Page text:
McCabe Library’s Popular Reading Room is not really that popular.
Most Swatties don’t give this place much thought. They come in, get their 10 p.m. coffee and snacks, and leave the way they came in. And that’s okay. We can’t be expected to fully take in every place we come across in our daily routine; we can’t be expected to wallow in the minutiae of everywhere.
But if any place is worth wallowing in, it’s this one.
I discovered the room shortly after my freshman orientation. My new almost-friend-group discovered it too, and it became our “spot.” For a few weeks, we’d spend almost every night studying here, crowding the four nondescript armchairs with distracting conversation. Very little homework was done, but as time went on it became clear that we were doing a more important kind of work. We were, playfully but deliberately, laying the foundations of our social life.
Though the room is pretty out in the open and visible, we saw it as a hideaway. In what we thought was a clever pun, we called it the McCave.
In those weeks, four years seemed like an infinity, every class seemed takable, every book seemed readable, every conversation seemed havable, every person – befriendable.
Naturally, it didn’t last. The infinite superposition of choice and possibility started to collapse into a definite past and a limited present. The jaded cynicism of upperclassmen, once easily dismissed, found its way into my thoughts and words. Nowadays, it seems like the idealism of freshman fall has almost entirely escaped to sometime else, to someplace other than the present.
I say almost entirely, because if time is a place, then freshman fall is the McCave. And re-entering it, in a certain sense, means reliving.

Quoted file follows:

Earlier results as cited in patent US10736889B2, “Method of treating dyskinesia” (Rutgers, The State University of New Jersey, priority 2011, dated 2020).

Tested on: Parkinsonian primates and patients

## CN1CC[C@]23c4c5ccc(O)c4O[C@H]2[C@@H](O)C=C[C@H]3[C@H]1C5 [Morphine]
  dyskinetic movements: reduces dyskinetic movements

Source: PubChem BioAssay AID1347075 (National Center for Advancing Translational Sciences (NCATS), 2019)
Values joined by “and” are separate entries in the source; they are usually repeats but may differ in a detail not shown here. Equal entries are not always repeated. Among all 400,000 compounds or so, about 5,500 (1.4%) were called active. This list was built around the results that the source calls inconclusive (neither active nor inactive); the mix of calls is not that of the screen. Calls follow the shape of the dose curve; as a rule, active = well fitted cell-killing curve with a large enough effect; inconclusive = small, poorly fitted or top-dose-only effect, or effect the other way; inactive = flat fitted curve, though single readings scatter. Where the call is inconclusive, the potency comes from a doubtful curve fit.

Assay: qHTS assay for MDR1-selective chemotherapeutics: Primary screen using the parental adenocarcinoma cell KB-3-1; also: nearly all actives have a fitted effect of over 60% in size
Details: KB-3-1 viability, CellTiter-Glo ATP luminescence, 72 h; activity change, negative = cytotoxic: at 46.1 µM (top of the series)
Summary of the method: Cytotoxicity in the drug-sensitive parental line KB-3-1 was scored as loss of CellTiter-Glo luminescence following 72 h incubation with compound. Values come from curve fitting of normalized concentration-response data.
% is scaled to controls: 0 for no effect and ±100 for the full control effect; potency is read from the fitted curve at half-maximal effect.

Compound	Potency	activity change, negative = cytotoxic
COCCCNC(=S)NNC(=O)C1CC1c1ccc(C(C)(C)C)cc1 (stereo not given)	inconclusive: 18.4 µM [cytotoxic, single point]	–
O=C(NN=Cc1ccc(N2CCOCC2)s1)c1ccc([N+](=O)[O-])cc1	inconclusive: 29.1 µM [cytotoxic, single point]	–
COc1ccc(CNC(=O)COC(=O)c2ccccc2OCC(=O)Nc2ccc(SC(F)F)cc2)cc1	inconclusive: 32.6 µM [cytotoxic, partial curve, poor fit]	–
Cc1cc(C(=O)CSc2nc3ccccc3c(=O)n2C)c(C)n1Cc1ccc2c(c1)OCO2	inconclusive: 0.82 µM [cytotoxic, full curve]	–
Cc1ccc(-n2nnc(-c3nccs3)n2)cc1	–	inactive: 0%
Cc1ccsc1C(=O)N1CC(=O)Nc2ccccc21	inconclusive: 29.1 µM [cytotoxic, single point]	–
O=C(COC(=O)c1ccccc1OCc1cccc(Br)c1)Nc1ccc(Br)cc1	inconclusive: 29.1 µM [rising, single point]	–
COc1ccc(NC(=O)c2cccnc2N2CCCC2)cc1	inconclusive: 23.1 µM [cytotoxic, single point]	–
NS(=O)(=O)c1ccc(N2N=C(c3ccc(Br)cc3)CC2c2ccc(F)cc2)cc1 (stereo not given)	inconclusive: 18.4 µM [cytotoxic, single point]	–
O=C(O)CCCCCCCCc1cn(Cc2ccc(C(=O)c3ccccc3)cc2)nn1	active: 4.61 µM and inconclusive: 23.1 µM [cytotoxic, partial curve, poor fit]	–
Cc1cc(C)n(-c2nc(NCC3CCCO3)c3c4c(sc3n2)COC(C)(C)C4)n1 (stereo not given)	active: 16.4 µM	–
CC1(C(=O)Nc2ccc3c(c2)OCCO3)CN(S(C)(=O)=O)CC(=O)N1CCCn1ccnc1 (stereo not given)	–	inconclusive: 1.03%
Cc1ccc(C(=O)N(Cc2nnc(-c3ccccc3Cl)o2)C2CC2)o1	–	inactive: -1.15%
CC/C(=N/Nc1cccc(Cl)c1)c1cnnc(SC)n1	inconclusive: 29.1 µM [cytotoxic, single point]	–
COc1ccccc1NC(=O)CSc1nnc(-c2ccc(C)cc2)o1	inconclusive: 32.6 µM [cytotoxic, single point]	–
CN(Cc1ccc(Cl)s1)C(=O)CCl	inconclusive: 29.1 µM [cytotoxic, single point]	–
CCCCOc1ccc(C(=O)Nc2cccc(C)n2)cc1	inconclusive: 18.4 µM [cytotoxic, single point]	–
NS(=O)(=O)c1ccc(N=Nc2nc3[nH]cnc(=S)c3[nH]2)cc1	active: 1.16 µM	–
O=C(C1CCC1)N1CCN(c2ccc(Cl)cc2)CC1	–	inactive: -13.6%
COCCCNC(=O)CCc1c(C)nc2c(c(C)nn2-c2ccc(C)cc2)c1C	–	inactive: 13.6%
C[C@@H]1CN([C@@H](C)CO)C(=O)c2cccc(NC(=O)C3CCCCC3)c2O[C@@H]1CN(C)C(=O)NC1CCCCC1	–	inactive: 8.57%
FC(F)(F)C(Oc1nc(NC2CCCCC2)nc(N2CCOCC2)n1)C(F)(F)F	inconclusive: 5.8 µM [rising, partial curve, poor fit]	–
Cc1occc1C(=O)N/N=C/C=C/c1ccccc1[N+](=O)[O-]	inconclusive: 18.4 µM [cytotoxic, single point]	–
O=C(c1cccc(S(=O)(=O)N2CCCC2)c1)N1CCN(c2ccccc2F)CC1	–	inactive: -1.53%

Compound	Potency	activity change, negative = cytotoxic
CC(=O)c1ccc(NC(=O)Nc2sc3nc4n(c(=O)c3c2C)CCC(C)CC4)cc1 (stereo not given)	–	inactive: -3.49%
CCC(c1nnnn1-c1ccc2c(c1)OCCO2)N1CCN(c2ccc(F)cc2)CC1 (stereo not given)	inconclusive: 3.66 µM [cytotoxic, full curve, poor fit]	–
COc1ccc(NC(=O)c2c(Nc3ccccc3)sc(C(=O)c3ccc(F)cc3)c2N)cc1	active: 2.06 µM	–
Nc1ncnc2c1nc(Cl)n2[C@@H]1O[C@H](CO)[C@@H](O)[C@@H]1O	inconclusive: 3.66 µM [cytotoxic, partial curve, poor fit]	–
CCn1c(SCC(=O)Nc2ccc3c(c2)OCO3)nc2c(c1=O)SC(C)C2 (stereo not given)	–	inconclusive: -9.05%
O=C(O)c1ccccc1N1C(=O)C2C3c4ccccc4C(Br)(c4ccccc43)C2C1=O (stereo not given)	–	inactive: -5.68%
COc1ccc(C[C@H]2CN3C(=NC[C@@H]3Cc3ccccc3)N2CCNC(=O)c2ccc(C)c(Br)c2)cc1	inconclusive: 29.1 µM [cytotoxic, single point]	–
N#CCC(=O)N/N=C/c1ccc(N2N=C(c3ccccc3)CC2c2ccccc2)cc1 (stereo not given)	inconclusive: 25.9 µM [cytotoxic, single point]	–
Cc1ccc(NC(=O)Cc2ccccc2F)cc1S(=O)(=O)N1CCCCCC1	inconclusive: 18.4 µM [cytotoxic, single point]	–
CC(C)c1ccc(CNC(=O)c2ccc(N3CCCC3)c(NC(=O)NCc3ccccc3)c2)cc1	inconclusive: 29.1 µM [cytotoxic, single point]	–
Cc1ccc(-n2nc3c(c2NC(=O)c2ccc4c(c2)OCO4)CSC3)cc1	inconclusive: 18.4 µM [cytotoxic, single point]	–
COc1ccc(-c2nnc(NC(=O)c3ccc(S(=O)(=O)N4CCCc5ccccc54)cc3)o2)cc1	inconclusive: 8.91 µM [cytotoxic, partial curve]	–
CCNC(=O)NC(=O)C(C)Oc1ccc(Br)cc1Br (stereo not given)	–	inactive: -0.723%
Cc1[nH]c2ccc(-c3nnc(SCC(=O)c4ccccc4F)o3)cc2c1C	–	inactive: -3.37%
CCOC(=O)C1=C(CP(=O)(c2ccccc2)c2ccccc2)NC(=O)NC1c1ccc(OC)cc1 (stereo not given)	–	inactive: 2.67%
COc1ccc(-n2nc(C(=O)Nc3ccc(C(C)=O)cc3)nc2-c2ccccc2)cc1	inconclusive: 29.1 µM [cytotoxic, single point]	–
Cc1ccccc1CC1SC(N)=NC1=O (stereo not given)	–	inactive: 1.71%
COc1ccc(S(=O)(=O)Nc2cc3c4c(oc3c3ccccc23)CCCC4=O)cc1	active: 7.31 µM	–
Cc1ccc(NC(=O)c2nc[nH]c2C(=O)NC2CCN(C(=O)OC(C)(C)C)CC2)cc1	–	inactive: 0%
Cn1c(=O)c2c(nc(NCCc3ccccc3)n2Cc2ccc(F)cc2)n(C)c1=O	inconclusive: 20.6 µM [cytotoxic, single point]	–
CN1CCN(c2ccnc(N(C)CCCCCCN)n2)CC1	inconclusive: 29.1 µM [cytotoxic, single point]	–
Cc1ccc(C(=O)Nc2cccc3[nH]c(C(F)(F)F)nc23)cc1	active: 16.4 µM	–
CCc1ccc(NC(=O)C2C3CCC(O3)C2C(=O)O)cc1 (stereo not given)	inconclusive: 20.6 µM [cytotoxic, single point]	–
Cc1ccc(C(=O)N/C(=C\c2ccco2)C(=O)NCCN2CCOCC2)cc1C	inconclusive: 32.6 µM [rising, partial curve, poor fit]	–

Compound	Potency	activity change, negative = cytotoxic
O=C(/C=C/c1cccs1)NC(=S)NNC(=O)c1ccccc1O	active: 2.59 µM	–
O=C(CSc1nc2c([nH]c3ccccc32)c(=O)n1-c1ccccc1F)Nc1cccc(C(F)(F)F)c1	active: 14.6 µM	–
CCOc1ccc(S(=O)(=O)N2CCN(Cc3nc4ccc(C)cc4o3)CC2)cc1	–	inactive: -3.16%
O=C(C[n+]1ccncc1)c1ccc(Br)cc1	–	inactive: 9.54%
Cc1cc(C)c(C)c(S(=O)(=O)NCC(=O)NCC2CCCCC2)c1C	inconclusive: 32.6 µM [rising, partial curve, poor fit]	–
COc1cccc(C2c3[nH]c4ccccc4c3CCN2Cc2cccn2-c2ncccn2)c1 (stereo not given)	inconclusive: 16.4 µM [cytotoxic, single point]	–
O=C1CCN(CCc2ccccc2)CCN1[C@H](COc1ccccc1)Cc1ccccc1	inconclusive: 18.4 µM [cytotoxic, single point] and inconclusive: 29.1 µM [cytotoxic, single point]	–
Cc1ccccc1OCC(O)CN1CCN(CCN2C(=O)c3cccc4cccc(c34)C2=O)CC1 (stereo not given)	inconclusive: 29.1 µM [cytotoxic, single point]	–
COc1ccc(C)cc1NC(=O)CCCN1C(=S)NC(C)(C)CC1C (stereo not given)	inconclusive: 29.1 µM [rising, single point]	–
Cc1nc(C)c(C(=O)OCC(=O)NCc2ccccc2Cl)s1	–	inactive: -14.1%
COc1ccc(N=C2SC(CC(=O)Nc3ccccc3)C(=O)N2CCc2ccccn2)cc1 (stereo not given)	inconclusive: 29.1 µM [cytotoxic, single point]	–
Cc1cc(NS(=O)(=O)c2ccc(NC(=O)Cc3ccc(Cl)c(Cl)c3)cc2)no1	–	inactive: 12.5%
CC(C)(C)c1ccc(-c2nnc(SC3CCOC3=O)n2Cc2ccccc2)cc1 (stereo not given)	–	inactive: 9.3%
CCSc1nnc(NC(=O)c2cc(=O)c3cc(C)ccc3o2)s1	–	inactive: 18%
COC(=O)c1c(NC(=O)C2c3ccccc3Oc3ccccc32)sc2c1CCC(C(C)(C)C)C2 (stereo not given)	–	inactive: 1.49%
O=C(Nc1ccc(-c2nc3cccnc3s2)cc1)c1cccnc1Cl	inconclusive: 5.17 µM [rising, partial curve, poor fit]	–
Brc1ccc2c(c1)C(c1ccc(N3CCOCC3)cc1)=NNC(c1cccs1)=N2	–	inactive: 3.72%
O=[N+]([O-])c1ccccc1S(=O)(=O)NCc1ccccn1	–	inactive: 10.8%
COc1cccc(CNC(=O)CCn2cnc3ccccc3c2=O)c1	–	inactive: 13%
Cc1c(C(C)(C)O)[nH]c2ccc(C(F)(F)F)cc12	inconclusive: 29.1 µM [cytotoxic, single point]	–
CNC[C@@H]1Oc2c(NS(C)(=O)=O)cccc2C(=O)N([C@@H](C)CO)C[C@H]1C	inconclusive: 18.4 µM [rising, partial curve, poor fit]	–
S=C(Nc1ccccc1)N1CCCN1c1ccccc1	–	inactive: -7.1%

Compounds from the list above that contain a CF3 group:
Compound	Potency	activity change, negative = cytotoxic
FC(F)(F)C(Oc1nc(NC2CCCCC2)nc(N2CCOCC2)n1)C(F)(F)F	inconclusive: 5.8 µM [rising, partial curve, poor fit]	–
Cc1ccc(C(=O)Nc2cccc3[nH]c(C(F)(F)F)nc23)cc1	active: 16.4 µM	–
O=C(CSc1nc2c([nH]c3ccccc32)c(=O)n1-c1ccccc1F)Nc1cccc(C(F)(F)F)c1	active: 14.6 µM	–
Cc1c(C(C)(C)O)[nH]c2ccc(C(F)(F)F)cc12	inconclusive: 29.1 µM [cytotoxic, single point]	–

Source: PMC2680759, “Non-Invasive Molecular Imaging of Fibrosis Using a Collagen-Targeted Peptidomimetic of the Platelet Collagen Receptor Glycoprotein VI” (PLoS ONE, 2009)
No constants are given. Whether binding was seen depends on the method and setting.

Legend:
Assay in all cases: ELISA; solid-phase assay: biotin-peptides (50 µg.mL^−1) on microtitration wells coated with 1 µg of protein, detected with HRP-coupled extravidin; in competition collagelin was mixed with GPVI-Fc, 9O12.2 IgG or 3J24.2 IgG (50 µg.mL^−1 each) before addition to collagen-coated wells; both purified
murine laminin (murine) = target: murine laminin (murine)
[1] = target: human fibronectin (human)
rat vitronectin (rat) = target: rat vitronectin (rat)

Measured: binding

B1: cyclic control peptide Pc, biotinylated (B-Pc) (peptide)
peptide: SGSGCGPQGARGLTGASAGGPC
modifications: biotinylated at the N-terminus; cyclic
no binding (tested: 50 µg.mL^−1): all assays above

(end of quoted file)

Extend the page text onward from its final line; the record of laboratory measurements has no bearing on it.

And though I might feel this more strongly than others, I claim that anyone, friend or foe, freshman or senior, can partake in this reliving. Whether or not your have any McCave memories, there are still things that this place can make you remember.
Yes, there is something unrepeatable about freshman fall, when it’s not awkward to say ‘hi!’ to strangers or start up a conversation in Sharples. That magical, unconditional openness to one another all but goes away. But in the McCave, though not always and certainly not uniquely, that magic still exists.
At 10 p.m., when the free coffee-and-snack bar opens for business and people from all floors, majors, and politics stream into the McCave, the sense of we-are-all-in-this-together is palpable as nowhere and nowhen else. Orientation friends are run into, comic books are browsed through, and academics are momentarily thrown aside in a collective experience like no other at Swarthmore.
Three hours later, the crowds have left, the coffee has dwindled, and the lights seem to have dimmed. Two friends walk in to get a drink, talking away. The only other person in the room, a newspaper-reading stranger, overhears their conversation. The stranger, feeling a sudden, strange compulsion, interjects. The friends look up, astonished for a moment; then one of them smiles. For a moment, the three are lanyard-wearing freshmen again, guarded but curious, fresh off the airport shuttle, wandering together into the unknown.
Featured image: Students line up for 10 p.m. coffee and snacks.